The International Energy Agency has just published a report detailing the actions he believes are needed to keep the planet below the 1.5 ° C warming threshold. There are huge opportunities for a cleaner, healthier and more equitable energy economy. But we must act immediately to wean ourselves off fossil fuels.
California has been working in this direction for years and is now aggressively targeting gas in buildings, the source of the vast majority of SoCalGas’ revenue.
CARB proposals to accelerate in-depth decarbonization. Source: CARB presentation on deep decarbonization, November 2020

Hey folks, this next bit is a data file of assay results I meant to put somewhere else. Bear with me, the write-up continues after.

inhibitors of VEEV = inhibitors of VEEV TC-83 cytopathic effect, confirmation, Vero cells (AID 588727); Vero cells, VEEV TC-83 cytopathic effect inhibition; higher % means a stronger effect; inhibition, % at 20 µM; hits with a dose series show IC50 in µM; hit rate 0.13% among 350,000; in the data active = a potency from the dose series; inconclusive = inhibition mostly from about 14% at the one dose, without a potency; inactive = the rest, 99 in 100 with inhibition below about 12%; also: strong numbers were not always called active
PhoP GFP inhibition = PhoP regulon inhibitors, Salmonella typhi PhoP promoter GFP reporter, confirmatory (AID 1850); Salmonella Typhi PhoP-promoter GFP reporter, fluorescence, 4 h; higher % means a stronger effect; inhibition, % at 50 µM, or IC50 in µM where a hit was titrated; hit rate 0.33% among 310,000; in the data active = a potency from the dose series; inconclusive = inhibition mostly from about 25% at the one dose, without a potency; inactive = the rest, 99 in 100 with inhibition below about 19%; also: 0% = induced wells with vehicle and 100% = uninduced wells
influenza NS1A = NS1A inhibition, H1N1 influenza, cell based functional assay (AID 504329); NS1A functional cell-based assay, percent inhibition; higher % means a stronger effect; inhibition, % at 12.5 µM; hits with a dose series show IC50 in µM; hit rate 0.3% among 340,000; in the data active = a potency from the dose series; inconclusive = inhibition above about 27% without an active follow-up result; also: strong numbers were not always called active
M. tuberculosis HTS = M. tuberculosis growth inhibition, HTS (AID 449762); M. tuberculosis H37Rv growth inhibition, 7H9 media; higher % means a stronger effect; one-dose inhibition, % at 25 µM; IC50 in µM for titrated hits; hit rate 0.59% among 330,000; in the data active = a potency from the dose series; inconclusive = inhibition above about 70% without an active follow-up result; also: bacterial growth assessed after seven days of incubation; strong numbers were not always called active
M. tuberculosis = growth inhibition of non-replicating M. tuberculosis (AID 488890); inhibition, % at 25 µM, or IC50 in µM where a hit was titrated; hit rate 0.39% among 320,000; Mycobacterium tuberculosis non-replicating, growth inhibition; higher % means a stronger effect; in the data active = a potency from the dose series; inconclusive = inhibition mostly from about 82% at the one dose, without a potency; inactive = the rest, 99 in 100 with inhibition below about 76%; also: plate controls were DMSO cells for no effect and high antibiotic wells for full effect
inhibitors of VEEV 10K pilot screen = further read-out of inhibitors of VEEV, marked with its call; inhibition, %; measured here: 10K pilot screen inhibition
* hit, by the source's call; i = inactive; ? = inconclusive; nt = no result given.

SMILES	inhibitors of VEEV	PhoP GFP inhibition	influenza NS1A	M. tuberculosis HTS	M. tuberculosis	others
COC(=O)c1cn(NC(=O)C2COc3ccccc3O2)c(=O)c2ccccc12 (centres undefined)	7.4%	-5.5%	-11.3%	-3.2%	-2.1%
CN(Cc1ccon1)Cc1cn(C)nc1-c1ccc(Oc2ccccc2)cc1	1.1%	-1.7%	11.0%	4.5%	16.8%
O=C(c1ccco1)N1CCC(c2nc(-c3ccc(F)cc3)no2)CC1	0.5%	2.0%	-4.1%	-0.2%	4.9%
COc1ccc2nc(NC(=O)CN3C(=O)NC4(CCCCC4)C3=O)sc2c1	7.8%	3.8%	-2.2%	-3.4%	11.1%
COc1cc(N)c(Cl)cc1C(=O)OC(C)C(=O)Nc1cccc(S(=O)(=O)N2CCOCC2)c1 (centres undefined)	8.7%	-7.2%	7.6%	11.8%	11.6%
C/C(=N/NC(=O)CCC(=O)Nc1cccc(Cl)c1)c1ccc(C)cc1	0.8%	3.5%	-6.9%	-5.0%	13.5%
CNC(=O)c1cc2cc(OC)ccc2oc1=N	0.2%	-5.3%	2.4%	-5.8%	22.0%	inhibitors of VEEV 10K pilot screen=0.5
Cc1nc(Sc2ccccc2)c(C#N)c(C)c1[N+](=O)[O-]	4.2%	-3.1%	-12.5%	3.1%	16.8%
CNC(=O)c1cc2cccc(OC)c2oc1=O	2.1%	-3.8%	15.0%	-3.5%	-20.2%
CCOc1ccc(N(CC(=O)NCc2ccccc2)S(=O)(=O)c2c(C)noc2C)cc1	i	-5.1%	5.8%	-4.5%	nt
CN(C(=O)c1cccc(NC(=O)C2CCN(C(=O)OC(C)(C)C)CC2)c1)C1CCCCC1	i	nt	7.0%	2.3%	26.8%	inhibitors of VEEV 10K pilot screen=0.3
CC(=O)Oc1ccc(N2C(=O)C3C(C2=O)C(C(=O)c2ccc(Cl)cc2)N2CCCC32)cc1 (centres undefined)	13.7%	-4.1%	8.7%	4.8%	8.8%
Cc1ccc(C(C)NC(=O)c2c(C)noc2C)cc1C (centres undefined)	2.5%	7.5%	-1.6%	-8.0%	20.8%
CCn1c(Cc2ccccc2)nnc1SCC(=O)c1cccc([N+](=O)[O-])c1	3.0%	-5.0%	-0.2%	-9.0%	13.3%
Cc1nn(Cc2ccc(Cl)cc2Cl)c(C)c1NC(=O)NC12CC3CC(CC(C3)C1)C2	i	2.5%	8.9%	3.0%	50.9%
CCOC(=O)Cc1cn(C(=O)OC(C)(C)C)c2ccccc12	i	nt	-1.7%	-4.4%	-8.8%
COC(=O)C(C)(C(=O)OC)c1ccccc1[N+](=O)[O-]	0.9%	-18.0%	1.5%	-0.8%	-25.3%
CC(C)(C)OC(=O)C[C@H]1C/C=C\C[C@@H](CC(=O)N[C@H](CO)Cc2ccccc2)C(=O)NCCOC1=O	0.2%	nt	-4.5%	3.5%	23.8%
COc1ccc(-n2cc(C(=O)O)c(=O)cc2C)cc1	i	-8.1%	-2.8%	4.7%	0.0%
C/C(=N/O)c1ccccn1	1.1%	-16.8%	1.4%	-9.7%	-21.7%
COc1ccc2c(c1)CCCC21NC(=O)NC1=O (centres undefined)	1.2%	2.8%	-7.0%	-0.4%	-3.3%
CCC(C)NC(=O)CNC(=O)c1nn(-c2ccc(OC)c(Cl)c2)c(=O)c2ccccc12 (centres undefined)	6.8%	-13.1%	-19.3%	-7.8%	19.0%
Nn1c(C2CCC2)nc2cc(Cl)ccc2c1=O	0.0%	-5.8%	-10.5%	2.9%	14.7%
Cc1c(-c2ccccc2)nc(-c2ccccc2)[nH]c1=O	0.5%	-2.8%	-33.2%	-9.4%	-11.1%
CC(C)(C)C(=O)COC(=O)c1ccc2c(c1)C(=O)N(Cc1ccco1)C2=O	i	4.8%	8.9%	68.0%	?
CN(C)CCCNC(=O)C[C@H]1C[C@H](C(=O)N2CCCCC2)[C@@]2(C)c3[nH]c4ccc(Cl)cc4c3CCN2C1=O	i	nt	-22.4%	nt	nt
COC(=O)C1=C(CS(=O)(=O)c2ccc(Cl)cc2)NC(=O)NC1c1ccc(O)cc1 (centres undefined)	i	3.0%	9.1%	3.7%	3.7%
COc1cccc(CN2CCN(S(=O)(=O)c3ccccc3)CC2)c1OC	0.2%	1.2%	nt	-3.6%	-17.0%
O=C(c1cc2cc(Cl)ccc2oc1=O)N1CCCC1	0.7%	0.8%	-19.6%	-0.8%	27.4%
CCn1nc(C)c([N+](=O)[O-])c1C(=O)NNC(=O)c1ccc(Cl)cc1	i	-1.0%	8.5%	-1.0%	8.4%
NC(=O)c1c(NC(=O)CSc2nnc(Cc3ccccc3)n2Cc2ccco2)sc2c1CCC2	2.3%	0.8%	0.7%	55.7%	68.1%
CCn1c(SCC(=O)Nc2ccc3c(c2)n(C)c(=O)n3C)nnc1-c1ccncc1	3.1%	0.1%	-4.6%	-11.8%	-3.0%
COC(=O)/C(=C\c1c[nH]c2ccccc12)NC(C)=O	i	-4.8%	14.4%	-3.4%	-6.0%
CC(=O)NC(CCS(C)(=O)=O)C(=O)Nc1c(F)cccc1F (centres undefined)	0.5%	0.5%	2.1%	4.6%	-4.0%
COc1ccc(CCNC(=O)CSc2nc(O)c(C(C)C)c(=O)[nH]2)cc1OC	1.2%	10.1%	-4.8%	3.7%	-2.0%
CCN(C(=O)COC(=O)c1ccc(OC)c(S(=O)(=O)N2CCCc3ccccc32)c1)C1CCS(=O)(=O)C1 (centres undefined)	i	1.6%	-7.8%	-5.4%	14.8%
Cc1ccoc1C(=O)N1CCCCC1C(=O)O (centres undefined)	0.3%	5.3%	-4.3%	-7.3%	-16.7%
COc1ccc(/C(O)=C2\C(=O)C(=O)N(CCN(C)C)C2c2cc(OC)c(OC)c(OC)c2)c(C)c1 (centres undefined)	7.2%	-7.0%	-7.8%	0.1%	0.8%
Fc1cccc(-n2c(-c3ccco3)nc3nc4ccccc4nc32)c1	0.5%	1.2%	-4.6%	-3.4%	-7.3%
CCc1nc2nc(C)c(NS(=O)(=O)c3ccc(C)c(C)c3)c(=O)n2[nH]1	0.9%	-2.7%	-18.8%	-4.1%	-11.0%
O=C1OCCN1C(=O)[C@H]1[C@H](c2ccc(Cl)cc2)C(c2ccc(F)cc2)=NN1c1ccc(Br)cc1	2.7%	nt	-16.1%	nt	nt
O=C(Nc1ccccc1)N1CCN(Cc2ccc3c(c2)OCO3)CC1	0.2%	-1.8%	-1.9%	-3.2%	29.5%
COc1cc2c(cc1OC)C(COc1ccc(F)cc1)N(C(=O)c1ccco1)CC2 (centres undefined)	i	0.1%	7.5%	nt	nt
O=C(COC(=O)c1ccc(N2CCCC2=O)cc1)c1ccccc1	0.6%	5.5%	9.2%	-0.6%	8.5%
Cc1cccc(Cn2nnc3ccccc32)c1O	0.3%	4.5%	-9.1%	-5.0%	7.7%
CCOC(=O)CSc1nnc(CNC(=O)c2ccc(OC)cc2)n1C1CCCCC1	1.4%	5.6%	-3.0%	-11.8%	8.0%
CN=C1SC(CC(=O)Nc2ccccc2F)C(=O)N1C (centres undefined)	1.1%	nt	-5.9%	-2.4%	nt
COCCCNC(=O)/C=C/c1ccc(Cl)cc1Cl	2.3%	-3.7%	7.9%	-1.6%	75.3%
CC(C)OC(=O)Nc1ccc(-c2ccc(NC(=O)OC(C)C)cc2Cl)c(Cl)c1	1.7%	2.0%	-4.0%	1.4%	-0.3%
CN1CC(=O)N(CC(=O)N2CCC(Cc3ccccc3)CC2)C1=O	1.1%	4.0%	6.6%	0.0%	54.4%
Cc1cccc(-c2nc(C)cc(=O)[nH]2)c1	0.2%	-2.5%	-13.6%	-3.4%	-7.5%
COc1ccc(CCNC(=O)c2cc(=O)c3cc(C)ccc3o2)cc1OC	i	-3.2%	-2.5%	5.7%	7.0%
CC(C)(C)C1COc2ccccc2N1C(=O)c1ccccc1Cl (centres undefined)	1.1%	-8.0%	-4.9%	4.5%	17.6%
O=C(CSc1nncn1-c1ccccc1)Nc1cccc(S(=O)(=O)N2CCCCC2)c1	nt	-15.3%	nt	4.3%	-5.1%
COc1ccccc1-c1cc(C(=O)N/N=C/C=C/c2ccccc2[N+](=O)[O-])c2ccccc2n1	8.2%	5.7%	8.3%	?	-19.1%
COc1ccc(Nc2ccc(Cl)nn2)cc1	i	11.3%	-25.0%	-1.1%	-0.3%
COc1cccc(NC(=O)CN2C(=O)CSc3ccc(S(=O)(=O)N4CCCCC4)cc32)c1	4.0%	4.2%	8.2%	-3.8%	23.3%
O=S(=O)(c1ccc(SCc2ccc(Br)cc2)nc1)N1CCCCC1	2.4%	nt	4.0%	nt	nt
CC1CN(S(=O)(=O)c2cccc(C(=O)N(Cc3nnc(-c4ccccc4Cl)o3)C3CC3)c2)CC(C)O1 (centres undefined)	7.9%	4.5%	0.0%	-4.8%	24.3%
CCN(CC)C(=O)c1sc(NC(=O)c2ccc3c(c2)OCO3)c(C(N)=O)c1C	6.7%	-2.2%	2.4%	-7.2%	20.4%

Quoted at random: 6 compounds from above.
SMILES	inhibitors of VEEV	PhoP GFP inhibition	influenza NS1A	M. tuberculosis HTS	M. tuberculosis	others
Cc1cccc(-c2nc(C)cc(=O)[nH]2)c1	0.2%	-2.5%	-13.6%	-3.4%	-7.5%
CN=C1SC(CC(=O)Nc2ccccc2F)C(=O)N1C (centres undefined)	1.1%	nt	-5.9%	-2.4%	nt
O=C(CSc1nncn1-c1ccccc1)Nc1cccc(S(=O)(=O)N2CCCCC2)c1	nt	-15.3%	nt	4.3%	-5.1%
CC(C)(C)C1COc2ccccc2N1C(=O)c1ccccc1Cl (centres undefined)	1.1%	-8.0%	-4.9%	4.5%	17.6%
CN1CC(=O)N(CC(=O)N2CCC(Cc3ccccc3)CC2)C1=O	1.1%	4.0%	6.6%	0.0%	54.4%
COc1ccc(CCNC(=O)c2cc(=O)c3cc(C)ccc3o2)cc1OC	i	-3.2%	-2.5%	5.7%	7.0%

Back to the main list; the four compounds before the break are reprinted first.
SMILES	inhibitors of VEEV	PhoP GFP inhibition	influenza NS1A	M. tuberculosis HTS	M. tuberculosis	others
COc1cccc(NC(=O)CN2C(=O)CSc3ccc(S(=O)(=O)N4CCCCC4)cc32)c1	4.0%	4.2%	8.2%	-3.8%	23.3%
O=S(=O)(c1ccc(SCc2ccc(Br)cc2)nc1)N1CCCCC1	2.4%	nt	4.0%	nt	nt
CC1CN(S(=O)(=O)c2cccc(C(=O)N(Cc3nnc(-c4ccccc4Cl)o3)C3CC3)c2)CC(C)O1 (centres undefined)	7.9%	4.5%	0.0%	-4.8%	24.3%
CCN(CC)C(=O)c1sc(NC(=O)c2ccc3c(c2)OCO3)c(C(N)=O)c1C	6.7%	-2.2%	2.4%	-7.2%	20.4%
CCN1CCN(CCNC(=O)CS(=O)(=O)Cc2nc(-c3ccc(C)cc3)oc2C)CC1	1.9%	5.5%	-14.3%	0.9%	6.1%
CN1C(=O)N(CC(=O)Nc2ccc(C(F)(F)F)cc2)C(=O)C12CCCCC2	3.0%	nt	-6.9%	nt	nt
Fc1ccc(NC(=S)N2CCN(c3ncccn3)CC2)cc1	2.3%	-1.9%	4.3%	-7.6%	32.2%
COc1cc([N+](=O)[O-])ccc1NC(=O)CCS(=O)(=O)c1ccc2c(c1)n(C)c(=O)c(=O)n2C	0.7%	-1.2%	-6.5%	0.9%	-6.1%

How will SoCalGas evolve in this context? Ms. Sim touched on some topics that are worth discussing. For example, SoCalGas has been running an effective energy efficiency program for years, and efficiency will continue to be very important to our buildings. How would they like to expand it and what policies would they like to see to support it? SoCalGas is also looking for ways to leverage its underground infrastructure and expertise in the evolution of the energy economy. Hydrogen will be needed at ports and airports, where batteries are likely to remain inadequate for heavy and long-haul transport such as shipping, airplanes and long-haul trains and trucks. What role can SoCalGas play and what are some of the challenges? Likewise, carbon capture may be necessary in hard-to-decarbonize areas such as cement manufacturing and seasonal resilience of the power supply. (1) Can SoCalGas expertise and infrastructure be used to transport CO2 from its source to its storage location?